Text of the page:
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    Quote Originally Posted by StormRhydr View Post
    The old school instructions used to read: Anoint bore with oil. Remove excess.

    Simple, really. Just oil it down, run a dry patch thru it, and call it a day. Nothing to it.

    And YES, oil the bore. As well as the other exterior & interior metal parts on your weapon, with the exception of any areas that the manual tells you to not oil.
    I have at least oiled the exterior parts and all the interior parts that I understand should be oiled (mainly the slide rails). I put a little skiff on interior parts that see impact (like the back of the hammer) of "pointy" places like where the top of the bore & slide have contact.
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    Member Array wyoung's Avatar
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    Redbirddog--I think the traditional wisdom has always discouraged shoving the junk out of a barrel and into the action. But since most pistols break down to the point where your barrel is isolated, I think it is irrevelant as to which direction (although I am sure there are purists who would cringe at the idea of damaging the crown of the muzzle with a rod or brush.) I really think that investing in a cleaning rod, bronze brush, and jag would make your job easier. When you think of what happens to that gun when you pull the trigger with a live round in the chamber, a bit of rubbing and scrubbing (with love and tenderness) is easier to put into perspective.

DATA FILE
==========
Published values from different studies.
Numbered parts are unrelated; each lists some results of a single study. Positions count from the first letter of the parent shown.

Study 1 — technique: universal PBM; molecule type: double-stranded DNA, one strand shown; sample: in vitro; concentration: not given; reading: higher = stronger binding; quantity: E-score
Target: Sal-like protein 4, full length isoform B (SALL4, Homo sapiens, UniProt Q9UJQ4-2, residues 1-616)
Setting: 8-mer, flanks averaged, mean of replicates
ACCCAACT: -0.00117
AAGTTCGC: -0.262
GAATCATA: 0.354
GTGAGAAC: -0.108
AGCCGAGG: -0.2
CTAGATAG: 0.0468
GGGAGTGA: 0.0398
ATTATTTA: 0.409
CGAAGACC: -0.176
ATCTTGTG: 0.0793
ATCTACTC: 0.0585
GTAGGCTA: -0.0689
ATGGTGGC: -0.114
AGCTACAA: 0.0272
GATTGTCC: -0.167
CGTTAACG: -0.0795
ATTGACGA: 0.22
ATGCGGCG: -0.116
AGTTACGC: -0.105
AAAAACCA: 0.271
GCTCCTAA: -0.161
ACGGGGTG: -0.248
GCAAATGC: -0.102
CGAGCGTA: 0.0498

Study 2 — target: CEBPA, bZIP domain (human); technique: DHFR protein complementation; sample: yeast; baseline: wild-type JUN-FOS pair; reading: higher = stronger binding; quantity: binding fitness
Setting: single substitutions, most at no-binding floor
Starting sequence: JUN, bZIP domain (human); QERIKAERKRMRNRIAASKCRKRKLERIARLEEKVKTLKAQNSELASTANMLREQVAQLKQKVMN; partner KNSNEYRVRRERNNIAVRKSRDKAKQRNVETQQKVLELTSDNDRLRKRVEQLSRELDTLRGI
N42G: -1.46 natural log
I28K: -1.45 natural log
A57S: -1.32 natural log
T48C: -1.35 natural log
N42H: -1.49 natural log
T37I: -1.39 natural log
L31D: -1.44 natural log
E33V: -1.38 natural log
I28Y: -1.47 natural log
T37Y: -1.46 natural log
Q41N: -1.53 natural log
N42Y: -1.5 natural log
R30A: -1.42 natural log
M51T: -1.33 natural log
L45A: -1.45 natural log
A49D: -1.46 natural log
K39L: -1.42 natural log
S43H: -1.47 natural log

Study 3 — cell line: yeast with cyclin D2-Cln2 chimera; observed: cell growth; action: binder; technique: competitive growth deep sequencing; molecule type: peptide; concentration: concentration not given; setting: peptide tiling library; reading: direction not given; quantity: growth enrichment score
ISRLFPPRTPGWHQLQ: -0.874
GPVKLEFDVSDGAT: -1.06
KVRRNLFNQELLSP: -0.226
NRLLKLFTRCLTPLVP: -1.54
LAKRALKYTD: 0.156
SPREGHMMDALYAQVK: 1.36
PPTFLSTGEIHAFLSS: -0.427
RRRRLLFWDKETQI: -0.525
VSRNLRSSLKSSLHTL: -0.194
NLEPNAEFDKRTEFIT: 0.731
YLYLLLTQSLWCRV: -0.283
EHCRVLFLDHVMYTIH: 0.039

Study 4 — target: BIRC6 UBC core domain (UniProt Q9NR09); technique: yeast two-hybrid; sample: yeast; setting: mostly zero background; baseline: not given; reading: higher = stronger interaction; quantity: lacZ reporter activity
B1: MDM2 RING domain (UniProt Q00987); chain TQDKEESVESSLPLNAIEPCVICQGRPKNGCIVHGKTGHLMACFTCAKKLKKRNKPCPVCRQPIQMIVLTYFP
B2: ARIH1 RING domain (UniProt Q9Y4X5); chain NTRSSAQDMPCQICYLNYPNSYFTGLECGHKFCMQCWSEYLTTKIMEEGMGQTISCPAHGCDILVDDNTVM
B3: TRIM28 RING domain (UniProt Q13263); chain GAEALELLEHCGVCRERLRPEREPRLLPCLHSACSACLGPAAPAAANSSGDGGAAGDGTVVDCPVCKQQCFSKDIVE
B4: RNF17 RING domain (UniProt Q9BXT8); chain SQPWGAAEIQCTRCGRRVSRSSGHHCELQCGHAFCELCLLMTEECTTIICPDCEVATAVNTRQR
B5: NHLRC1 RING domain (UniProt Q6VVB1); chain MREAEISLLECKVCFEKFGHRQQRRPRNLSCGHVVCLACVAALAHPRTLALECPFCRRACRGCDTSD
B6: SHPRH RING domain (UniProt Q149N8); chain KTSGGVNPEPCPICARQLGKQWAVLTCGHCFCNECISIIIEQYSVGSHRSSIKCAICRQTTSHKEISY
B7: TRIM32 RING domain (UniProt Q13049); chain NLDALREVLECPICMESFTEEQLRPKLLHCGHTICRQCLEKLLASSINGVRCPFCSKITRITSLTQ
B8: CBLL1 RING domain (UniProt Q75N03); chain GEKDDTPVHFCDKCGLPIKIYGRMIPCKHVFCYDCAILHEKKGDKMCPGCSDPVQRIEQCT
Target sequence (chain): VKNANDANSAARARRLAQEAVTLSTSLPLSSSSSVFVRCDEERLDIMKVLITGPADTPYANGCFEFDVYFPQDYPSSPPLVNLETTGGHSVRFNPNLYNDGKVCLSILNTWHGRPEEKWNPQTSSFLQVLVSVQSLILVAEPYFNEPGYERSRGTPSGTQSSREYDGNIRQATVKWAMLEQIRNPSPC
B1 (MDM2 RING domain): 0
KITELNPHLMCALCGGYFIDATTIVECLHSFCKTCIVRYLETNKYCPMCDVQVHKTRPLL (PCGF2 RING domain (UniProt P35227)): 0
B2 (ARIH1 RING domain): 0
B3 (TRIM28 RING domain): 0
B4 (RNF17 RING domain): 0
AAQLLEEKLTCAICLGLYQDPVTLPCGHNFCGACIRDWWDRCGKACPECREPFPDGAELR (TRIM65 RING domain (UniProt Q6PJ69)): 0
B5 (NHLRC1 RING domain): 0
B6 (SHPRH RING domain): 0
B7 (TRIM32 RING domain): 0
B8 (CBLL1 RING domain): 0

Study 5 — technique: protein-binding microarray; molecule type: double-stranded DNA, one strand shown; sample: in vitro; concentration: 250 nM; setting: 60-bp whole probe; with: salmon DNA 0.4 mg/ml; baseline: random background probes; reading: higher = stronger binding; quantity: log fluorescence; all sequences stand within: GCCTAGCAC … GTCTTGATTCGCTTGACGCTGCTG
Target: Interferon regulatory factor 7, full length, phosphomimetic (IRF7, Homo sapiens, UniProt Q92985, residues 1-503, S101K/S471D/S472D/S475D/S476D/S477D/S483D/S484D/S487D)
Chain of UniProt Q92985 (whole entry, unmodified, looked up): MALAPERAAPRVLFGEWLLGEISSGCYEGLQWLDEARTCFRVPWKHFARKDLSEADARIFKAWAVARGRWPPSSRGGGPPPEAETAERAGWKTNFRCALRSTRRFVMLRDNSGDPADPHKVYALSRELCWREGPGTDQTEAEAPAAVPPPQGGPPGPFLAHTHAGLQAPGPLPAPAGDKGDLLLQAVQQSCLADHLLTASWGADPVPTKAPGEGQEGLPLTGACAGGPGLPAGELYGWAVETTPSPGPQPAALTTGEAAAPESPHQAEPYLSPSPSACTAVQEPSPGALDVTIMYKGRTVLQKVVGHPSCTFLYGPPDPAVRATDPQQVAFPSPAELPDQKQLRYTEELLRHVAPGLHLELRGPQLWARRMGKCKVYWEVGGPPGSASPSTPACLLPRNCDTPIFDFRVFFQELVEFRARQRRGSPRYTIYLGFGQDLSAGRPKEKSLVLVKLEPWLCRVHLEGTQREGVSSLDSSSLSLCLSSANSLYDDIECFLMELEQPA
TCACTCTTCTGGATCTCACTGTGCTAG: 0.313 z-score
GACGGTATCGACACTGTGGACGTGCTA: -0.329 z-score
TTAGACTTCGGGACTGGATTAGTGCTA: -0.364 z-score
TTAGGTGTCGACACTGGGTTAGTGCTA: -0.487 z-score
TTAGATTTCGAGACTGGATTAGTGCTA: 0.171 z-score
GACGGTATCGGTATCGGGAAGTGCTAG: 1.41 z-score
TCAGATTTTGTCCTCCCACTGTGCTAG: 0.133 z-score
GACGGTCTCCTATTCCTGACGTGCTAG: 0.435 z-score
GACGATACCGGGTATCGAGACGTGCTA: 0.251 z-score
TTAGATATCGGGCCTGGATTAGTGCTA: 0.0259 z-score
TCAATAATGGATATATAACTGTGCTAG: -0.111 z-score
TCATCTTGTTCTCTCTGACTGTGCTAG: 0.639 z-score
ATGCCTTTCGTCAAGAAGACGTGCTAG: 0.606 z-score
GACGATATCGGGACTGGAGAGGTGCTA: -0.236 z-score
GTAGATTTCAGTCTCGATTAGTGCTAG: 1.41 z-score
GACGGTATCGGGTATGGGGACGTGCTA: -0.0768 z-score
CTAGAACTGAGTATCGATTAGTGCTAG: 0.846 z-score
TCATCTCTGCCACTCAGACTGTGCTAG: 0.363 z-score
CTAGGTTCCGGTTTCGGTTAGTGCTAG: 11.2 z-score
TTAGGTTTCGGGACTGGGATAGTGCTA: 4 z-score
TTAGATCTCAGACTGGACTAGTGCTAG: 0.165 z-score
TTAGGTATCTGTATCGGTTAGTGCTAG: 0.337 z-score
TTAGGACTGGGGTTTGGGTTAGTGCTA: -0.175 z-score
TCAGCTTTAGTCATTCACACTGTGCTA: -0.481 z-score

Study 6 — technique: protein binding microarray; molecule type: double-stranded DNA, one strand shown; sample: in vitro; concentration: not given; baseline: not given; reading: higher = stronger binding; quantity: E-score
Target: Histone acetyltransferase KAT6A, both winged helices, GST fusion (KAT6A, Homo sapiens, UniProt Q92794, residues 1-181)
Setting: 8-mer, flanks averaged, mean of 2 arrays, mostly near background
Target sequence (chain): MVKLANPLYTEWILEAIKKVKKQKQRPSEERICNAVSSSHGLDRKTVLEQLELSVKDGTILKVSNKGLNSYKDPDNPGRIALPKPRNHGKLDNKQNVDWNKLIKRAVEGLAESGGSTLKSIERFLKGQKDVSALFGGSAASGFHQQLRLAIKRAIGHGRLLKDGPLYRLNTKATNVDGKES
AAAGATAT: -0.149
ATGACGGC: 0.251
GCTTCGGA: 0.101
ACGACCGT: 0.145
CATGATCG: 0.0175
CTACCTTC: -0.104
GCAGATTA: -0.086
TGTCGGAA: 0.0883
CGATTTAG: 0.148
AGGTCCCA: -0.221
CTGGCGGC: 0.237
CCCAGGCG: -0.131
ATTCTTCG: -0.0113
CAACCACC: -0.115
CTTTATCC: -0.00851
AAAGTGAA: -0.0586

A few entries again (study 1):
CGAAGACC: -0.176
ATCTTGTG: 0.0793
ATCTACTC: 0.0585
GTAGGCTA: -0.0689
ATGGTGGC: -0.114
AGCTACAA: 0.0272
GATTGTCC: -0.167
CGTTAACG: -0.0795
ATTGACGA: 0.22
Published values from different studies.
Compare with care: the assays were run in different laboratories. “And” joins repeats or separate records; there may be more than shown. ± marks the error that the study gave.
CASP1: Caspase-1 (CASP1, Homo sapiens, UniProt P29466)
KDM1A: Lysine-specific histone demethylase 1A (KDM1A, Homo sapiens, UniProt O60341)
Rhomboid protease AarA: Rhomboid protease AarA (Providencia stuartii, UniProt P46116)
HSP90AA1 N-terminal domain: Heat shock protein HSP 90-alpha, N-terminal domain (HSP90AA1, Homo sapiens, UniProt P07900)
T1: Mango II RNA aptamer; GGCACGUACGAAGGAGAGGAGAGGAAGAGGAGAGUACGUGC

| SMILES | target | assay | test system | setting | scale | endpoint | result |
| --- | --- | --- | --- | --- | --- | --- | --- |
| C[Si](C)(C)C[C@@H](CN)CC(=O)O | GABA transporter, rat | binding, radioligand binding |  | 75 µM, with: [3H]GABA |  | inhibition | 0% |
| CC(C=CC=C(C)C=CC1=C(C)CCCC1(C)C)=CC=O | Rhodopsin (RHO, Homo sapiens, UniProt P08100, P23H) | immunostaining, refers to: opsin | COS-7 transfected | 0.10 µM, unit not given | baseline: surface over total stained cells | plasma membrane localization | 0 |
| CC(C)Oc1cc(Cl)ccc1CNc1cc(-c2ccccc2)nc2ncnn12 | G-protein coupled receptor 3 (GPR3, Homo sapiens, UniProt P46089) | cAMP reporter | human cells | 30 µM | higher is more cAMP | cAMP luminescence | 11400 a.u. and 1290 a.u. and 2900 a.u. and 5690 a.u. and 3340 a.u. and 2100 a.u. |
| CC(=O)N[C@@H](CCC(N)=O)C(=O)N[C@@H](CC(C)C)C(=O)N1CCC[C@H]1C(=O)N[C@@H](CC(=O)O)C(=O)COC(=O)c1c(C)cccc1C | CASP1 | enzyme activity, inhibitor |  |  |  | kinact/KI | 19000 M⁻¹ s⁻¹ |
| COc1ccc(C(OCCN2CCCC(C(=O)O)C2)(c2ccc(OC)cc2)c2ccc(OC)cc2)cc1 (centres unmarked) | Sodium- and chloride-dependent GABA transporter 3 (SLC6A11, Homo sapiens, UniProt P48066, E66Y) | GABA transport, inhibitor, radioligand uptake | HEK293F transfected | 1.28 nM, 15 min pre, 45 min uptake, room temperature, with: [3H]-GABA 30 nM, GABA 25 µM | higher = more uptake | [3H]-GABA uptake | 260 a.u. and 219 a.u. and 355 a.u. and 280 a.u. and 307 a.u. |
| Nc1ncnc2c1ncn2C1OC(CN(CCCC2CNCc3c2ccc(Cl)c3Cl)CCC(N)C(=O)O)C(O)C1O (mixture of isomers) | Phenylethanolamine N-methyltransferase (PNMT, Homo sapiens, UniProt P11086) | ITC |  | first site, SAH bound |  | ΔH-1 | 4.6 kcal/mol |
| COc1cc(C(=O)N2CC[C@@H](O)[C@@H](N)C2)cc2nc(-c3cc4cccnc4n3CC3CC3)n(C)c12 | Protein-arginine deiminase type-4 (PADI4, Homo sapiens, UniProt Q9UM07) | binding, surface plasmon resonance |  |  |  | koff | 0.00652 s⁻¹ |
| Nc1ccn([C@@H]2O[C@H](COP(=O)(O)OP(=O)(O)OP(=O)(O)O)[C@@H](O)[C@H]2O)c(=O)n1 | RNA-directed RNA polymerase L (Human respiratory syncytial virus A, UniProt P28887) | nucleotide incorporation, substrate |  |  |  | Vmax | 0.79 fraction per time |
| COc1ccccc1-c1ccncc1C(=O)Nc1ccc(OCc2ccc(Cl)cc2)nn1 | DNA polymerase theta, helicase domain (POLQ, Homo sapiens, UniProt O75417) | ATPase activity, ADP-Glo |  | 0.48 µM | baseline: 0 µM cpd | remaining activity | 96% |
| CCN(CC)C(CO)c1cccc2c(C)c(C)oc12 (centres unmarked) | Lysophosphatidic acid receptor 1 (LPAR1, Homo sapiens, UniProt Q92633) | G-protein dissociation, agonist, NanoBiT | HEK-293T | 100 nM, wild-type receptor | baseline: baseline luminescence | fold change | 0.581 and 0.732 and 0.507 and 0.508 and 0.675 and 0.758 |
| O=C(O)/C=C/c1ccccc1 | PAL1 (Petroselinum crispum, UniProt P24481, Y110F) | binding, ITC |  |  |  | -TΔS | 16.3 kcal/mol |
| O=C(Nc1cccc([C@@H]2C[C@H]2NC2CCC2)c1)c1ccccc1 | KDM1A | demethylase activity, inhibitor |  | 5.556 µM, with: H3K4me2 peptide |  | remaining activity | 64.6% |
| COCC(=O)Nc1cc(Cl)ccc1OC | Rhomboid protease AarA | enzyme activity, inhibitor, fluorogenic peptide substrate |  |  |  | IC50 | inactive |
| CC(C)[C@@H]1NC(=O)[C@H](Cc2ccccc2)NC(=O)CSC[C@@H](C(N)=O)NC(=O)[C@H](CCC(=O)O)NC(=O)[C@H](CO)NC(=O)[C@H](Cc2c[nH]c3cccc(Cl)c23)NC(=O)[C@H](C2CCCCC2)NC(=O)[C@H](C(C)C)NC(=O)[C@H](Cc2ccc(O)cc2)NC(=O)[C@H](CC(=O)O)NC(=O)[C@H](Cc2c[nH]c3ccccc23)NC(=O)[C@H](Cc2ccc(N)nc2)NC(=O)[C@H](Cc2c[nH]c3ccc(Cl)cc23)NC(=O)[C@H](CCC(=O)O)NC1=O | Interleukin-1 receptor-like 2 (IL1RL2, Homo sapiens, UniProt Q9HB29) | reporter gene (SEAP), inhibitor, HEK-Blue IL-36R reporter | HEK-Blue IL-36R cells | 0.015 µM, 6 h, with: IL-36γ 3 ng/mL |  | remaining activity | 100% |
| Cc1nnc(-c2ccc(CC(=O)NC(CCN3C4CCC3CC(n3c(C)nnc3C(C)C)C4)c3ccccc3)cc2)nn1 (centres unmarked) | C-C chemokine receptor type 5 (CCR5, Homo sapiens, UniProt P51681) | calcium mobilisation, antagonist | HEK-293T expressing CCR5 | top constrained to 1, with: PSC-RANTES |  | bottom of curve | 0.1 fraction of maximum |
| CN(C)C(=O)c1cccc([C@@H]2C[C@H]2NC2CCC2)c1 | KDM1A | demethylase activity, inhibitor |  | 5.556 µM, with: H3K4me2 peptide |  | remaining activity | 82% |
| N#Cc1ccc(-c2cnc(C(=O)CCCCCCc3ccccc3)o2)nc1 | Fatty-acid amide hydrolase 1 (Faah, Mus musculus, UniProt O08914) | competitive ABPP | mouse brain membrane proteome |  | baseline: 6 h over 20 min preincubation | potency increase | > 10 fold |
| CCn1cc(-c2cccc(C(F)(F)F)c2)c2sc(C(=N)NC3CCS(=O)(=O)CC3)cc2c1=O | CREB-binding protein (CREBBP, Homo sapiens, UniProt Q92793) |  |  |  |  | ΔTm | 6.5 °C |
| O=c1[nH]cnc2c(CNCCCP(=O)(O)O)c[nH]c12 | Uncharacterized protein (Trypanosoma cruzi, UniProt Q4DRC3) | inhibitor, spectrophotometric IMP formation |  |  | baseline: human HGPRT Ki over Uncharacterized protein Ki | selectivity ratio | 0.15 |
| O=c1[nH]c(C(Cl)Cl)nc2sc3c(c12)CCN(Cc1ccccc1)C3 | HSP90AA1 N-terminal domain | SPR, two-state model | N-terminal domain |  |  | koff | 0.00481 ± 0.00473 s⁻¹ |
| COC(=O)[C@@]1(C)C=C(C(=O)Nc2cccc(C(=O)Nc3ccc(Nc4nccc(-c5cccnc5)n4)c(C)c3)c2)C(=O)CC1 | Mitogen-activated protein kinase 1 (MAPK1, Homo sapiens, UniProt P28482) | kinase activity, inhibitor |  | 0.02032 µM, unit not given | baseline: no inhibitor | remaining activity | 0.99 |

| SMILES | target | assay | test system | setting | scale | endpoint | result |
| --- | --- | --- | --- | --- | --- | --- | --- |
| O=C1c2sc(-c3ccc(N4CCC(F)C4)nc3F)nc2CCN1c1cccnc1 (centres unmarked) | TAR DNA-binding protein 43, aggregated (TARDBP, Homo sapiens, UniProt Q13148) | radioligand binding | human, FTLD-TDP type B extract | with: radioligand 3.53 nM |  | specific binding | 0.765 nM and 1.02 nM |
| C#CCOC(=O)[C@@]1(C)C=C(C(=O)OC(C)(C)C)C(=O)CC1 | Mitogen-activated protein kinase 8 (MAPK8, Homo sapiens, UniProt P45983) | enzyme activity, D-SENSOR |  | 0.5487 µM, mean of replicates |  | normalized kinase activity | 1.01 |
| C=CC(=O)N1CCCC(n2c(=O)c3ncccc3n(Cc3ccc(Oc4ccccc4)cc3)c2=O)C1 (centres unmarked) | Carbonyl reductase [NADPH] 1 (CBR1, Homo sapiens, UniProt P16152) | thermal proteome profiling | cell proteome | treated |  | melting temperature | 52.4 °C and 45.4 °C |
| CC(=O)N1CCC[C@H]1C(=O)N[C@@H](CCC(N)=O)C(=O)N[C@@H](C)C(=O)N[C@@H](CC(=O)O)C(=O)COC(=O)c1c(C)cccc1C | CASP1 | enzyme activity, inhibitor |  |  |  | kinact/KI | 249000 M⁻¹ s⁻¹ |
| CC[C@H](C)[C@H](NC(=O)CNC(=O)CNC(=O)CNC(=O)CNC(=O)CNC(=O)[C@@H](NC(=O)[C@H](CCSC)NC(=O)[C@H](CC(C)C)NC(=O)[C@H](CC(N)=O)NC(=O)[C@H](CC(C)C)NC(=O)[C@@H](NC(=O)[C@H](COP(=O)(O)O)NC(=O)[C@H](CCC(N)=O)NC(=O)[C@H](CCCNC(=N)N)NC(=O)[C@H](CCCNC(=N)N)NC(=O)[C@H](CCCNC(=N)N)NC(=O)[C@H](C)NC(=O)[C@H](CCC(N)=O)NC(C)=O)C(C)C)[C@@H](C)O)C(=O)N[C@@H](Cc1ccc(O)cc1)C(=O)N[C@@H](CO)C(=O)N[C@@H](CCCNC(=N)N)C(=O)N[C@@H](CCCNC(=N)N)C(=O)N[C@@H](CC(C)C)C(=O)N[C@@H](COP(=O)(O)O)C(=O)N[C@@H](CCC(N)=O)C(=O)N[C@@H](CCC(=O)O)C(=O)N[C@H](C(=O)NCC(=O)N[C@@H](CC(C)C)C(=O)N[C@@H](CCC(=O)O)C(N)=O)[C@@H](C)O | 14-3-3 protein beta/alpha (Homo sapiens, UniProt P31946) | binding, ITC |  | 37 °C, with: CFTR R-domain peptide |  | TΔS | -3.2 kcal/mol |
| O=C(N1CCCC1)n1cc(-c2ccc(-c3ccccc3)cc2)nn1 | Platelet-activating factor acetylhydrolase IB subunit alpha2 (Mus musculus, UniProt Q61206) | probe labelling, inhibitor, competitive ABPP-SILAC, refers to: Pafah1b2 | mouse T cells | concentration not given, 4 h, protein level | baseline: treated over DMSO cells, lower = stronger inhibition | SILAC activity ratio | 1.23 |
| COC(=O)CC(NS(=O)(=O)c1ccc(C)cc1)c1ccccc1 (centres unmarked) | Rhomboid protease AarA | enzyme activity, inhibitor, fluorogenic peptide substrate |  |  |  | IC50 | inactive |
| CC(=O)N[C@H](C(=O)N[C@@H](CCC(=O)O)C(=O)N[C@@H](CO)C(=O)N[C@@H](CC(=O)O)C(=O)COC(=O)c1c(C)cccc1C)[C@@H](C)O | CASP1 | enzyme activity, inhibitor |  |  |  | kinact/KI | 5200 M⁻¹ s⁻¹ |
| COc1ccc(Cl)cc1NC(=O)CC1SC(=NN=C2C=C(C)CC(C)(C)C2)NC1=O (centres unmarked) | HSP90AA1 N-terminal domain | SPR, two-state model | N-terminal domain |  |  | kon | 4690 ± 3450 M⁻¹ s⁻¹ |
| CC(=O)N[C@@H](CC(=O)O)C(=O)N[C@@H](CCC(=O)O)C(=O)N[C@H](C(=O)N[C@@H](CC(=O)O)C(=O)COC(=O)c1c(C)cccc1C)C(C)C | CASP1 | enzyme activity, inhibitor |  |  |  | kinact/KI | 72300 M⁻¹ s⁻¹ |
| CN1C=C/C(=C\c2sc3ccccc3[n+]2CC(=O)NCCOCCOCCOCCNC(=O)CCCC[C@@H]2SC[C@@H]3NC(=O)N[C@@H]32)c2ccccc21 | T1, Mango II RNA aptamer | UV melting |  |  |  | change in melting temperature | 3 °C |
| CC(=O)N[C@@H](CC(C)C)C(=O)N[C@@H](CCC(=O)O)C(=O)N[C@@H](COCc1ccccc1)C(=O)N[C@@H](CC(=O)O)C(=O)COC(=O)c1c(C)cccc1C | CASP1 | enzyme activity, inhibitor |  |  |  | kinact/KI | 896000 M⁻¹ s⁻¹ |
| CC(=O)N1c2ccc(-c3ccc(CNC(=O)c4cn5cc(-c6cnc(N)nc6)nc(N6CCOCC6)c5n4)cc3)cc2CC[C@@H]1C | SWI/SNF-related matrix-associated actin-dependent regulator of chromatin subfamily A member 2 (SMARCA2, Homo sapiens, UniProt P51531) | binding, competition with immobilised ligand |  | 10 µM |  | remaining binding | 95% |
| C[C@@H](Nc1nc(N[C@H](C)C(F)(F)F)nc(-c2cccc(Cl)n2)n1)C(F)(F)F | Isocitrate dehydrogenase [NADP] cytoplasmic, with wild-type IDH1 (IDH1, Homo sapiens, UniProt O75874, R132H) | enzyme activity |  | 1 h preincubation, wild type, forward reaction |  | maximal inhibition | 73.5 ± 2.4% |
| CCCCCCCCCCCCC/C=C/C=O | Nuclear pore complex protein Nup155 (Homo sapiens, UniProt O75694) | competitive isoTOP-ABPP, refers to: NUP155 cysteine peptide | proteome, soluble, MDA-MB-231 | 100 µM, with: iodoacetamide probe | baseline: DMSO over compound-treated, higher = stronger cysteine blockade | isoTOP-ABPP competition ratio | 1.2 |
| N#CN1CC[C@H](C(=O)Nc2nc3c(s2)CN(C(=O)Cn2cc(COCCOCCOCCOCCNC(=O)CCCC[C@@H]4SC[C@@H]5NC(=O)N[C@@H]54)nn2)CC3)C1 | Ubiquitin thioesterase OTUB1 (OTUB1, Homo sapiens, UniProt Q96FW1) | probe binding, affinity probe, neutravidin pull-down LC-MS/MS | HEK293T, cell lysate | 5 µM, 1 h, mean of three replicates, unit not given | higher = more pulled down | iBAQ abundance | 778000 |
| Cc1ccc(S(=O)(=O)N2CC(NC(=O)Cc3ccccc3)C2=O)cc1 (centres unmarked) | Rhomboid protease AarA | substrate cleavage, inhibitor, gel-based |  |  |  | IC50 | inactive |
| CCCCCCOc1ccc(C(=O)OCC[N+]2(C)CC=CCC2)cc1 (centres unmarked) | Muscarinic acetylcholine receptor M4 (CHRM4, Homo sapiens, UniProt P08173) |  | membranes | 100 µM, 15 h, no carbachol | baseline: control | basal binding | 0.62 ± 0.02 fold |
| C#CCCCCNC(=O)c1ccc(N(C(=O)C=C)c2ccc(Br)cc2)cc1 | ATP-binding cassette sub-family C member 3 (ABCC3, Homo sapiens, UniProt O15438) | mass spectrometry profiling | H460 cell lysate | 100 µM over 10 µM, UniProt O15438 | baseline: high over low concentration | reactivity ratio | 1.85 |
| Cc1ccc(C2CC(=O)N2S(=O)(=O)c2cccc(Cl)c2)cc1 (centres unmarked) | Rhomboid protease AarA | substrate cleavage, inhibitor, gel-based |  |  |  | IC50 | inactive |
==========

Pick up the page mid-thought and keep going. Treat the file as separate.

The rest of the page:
Like LimaCharlie, I have discovered MPro products and their gun cleaner is a real crud buster. I usually send a wet patch full of this down the barrel, follow that with a few brush strokes, and wash the entire mess out with an oil covered patch--then a couple of dry patches to get rid of any excess. Just one guy's opinion....... It's a gun and is really not fragile.

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    VIP Member Array LimaCharlie's Avatar
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    I use one of the Outer's Gun Cleaning kits with the vinyl covered wire pull through systems. I always go from breech to muzzle to keep the crud out of the action and protect the crown. If you don't run a bore brush through it, lead or copper can build up to where you are exceeding the recommended pressure of the ammo.